A revision to the in-situ scheme is not currently considered to be required however this scheme will be presented to a future Transport and Sustainability Committee later this year, where Councillors will duly consider all feedback received from the ETRO process and decide whether to make the scheme permanent”.  


(10)       Cycle Lanes


11.35   Cicely Lloyd read the following question:


“The Brighton Multicultural Women’s Cycle Club (aka The BMWs) has been meeting in Preston Park Velodrome for 2 years. Our members find negotiating traffic in Brighton the biggest barrier to cycling around the city. Good cycle lanes we do have, like Valley Gardens and Madeira Drive, do not sufficiently link up to form a network. We were excited by the plans for new funded (and consulted on) cycle lanes for London Road, Valley Gardens Phase 3 and the A259 in Hove. Please can you explain why you have abruptly stopped the implementation process without consulting key stakeholders like us?”


11.36   The Chair provided the following reply:


“We are fully supportive of Active Travel and understand the importance of ensuring a joined-up walking and cycling network. We have not stopped these schemes; rather committed to review to improve. As a new administration we are undertaking a review of some of the schemes such as Valley Gardens Phase 3 and the A259 Fourth Avenue to Wharf Road cycle lanes in Hove to ensure that they provide the best solution for all users of the transport network. This demonstrates our commitment to robust, sustainable, integrated, equitable, accessible active travel in our city that works for all”.


11.37   Cicely Lloyd asked the following supplementary question:


“Why have you not consulted?”


11.38   The Chair provided the following reply:


“In the development of schemes there is a robust consultation process. This Administration have paused to see if it was possible to make the scheme better. There will be an opportunity for consultation within that process and we are reviewing, not stopping the scheme”.


(11)       Valley Gardens


11.39   Duncan Blinkhorn read the following question:


“Decent cycle lanes are crucial for enabling more people to travel actively. Valley Gardens is a fantastic example. However, with phase 3 still not started, the cycle lane stops abruptly, making getting to the seafront incredibly difficult. Progress has shockingly been stopped by this administration, in spite of Labour councillors having repeatedly voted for the plans.

This repeats a previous Labour administration’s ‘review’ which delayed Phase Two by two years, at huge expense, and jeopardising safety.

How can the administration justify delaying and adding unnecessary expense to this excellent, funded plan that so urgently needs to be completed?”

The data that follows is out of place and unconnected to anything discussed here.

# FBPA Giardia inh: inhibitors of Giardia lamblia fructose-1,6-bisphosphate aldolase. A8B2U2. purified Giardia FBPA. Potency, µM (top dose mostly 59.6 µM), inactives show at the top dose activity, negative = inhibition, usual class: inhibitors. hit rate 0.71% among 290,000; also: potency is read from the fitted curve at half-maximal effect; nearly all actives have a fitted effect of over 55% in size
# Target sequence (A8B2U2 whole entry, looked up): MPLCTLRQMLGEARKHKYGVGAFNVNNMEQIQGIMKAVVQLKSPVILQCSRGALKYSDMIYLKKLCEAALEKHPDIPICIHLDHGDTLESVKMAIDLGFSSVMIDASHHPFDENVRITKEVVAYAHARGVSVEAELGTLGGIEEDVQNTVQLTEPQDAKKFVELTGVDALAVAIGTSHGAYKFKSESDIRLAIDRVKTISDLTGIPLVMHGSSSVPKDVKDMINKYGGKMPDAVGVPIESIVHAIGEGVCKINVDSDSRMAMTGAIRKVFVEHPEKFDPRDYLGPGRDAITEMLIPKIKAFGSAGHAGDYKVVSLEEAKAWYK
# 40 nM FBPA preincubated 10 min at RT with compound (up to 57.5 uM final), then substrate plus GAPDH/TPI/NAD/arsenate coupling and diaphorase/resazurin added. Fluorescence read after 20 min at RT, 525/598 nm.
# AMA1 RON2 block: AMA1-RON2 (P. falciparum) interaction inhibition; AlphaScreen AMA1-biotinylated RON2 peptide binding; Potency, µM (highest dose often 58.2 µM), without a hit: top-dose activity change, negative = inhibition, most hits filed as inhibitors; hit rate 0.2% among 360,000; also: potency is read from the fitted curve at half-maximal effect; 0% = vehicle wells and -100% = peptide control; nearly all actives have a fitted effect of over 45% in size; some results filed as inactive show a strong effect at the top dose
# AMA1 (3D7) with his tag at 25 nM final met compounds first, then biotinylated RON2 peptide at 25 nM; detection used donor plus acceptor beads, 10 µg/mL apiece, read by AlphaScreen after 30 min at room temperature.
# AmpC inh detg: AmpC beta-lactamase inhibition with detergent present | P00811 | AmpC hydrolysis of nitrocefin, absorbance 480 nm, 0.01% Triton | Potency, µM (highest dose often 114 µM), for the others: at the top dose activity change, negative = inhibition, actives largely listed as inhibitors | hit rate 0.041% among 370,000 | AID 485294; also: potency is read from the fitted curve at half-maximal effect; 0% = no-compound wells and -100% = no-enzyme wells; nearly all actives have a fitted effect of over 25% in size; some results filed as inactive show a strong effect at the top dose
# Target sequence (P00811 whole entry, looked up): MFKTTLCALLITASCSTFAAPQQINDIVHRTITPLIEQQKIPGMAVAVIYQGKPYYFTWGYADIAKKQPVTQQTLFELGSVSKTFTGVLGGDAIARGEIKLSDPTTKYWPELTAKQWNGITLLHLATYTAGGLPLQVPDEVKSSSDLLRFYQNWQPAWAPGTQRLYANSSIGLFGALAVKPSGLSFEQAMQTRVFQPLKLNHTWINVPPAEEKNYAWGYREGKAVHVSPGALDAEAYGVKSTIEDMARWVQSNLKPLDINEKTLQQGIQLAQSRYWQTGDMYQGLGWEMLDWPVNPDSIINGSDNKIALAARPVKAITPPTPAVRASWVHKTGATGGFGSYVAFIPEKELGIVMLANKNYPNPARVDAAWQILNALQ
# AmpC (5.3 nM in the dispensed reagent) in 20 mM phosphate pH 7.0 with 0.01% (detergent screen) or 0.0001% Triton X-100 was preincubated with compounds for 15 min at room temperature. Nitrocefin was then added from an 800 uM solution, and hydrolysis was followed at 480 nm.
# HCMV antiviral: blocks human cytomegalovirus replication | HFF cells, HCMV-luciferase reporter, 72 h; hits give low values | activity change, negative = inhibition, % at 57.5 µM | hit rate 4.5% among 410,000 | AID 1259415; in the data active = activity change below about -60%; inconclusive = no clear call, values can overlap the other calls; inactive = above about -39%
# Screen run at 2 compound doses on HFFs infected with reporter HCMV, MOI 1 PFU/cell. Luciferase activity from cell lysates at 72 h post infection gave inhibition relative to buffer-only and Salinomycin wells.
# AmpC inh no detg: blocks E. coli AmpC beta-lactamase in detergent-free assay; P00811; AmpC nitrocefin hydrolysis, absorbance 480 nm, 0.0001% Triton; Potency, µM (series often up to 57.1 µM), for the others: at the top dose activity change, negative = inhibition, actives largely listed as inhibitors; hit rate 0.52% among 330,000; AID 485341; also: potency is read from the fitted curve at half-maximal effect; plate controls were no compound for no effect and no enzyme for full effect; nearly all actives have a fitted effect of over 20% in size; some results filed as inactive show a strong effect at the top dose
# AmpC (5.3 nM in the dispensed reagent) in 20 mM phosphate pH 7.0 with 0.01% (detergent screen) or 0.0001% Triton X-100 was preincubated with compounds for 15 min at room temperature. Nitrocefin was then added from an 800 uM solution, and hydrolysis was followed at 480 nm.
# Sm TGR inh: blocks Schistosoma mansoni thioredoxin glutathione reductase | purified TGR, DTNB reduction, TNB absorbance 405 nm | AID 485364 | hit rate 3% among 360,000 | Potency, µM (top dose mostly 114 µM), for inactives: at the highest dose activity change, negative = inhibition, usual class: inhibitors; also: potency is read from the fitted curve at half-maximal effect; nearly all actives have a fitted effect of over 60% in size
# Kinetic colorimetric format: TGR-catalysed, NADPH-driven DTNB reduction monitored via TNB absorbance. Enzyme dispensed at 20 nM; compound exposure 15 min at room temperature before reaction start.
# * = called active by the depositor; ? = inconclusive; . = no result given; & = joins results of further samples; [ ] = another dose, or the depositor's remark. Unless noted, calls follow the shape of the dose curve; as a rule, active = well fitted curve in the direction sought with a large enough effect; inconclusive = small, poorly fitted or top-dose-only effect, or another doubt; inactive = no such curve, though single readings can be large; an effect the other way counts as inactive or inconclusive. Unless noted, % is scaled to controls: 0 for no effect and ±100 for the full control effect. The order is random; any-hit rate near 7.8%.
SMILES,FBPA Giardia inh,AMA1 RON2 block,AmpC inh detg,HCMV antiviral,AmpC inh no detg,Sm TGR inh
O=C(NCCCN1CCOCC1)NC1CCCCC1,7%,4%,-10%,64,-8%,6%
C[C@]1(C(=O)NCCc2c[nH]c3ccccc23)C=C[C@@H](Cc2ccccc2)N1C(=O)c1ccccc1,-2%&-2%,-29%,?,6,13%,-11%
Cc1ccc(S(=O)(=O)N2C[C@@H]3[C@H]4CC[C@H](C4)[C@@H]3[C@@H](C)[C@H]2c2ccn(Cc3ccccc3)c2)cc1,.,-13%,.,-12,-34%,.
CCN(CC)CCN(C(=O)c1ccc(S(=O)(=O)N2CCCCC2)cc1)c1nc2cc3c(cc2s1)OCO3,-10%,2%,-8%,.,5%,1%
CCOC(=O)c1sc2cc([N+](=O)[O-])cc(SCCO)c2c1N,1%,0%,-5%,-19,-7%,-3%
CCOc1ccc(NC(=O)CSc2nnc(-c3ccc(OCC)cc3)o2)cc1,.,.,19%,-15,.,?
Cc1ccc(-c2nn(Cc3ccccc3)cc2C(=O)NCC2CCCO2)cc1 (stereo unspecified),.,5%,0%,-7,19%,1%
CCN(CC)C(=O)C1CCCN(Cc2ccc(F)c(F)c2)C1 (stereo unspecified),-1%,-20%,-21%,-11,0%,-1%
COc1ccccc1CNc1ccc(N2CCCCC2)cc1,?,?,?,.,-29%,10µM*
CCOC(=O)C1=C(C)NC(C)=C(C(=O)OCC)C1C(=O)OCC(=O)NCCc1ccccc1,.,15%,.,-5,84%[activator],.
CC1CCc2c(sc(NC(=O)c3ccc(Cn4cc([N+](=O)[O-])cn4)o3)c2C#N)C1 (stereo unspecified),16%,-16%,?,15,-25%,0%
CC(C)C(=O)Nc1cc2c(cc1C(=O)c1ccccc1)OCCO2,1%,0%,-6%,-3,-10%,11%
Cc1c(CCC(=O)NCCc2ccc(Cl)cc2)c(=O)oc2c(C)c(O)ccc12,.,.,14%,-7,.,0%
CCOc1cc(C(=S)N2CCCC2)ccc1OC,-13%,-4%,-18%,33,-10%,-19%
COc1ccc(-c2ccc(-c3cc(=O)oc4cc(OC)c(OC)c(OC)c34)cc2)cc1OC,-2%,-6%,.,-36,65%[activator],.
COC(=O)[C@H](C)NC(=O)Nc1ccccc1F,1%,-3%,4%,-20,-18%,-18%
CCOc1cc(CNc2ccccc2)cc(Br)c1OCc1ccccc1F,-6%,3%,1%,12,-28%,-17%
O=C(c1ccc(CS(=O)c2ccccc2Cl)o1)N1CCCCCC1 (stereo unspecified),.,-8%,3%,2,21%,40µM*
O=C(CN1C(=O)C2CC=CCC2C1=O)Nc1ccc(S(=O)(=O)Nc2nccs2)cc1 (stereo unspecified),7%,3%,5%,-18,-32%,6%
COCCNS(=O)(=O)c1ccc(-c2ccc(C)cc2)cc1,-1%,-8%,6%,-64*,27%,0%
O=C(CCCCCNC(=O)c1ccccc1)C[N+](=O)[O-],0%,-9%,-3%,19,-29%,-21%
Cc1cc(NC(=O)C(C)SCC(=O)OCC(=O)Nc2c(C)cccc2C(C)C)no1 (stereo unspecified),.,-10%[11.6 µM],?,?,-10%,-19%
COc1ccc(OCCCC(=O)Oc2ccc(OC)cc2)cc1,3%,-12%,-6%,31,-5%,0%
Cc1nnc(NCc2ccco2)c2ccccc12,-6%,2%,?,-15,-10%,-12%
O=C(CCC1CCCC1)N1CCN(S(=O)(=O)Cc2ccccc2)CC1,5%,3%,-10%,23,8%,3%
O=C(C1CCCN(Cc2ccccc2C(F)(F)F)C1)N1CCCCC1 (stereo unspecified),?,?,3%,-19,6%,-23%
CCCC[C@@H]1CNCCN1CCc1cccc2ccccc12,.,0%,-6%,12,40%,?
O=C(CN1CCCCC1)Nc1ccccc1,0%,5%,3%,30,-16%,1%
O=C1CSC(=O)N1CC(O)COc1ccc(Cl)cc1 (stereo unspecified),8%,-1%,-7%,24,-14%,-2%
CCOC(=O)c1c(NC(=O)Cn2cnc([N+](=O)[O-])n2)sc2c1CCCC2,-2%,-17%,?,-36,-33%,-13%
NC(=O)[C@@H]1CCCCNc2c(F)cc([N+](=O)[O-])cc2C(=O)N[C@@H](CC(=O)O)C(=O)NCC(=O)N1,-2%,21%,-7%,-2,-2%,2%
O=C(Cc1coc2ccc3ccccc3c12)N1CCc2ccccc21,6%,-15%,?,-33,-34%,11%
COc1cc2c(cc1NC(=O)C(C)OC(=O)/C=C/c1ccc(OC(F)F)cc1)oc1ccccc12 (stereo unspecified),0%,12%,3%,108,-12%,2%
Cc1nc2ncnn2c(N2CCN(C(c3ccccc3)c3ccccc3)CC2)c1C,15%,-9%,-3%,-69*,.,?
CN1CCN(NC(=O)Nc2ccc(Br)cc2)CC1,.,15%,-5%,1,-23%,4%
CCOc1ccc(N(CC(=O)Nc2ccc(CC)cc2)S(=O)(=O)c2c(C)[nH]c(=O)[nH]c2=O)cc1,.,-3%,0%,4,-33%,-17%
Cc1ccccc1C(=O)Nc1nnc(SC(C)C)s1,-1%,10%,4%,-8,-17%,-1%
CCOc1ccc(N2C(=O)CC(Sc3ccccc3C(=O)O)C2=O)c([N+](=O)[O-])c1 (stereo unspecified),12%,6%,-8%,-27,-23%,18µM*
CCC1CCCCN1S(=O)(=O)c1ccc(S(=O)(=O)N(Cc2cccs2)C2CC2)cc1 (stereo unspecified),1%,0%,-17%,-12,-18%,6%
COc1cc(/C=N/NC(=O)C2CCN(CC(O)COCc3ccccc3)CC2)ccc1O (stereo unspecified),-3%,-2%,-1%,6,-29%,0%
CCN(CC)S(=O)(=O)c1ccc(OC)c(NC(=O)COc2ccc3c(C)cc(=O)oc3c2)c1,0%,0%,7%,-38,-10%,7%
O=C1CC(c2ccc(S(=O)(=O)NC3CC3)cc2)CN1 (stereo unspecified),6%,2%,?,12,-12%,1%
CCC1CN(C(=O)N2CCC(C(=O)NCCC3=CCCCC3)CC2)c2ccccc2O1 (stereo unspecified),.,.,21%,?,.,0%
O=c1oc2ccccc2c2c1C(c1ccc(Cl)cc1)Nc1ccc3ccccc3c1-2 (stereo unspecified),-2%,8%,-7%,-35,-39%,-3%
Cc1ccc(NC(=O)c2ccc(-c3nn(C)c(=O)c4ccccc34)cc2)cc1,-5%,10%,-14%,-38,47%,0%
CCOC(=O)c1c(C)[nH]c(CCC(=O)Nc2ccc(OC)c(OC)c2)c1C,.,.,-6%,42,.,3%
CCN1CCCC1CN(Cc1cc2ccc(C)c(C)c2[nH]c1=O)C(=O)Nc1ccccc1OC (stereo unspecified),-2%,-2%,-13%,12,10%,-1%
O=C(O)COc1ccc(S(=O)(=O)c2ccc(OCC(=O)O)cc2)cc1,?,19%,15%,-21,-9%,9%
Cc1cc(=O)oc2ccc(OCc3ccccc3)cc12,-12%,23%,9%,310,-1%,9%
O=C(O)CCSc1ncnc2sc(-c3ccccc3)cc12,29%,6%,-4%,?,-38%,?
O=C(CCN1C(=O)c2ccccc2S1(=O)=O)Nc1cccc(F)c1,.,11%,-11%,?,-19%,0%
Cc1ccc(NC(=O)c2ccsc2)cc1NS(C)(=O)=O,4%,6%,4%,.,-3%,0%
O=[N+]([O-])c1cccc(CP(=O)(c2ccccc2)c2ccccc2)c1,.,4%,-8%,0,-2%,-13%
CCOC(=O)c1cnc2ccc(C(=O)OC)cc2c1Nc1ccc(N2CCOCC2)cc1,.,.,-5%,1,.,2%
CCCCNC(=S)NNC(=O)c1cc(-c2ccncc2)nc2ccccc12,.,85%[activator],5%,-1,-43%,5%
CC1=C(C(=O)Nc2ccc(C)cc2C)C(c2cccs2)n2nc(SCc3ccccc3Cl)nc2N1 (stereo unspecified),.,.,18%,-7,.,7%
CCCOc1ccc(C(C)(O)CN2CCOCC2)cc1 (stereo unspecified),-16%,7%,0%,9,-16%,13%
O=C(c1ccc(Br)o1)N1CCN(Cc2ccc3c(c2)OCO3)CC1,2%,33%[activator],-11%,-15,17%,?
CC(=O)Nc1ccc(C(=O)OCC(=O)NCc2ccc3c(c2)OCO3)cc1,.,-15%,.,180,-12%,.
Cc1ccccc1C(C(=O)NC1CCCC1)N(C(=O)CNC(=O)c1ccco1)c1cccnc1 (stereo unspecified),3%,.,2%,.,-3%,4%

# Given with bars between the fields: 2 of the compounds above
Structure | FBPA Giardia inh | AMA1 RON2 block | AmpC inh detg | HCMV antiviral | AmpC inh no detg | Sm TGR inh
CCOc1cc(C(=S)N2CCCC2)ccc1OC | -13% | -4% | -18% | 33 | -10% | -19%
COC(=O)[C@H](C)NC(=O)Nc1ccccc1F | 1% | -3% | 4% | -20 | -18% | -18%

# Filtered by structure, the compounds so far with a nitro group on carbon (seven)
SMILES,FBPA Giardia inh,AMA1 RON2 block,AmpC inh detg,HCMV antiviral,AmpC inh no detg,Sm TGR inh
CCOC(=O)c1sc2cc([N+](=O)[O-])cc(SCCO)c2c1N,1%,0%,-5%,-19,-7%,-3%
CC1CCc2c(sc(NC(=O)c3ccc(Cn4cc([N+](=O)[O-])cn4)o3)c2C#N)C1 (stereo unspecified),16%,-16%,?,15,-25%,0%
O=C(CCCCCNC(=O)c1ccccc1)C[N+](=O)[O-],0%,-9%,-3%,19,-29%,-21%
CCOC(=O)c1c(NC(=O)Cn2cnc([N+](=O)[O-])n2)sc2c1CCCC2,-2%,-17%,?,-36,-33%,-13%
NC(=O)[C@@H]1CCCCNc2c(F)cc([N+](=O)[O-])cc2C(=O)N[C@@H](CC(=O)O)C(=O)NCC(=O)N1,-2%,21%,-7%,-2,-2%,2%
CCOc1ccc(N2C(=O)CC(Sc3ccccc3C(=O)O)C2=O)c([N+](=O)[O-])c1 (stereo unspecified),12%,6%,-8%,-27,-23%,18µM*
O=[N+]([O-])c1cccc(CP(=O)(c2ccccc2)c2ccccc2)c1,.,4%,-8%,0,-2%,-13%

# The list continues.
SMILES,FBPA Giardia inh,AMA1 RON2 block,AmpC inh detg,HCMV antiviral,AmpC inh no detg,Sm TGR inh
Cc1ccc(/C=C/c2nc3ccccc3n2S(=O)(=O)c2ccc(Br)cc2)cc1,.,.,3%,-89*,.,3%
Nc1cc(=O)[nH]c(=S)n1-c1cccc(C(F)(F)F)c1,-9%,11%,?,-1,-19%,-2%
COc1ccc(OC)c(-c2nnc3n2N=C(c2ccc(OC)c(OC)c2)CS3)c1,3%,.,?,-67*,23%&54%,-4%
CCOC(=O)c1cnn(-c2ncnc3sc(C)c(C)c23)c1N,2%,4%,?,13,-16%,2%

11.40   The Chair provided the following reply:


“We are fully committed to the Valley Gardens Phase 3 scheme which is a key scheme in the heart of the city. Our review will ensure that the scheme provides the absolute best value for money and provides maximum benefit for all users and is safe. Returning to schemes to amend after construction is more costly than getting it right once. This is too important not to review and improve before implementation”


11.41   Duncan Blinkhorn asked the following supplementary question:


“Can you sympathise with those that are trying and wanting to get around the city by bike who have been waiting in great anticipation for so many years now only to see implementation rolled back again?”


11.42   The Chair provided the following reply:


“Labour is absolutely committed to Valley Gardens, we put forward the scheme and we’re very supportive of the developments to date”.


(12)       A23


11.43   Andy Keetch read the following question:


“The previous administration won £3million to deliver two Active Travel schemes, the A259 and the A23. Labour voted in favour of both schemes but you have now halted the A259 which would have also greatly enhanced disability access in the area. This was NOT in your manifesto and will certainly mean the withdrawal of funding from Active travel England. You have not yet indicated the fate of the consulted on and finalised plans for the A23. Can you confirm that you will not seek to redesign, scrap or delay the plans to improve cycling and access on the A23?”


11.44   The Chair provided the following reply:


“I have already said in previous responses we are committed to Active Travel  and understand the importance of key schemes such as the  A259 Active Travel Scheme we plan to review the designs and bring back a better scheme which will work harder to deliver the benefits for active travel and ensure it’s a scheme that delivers accessibility for disabled users.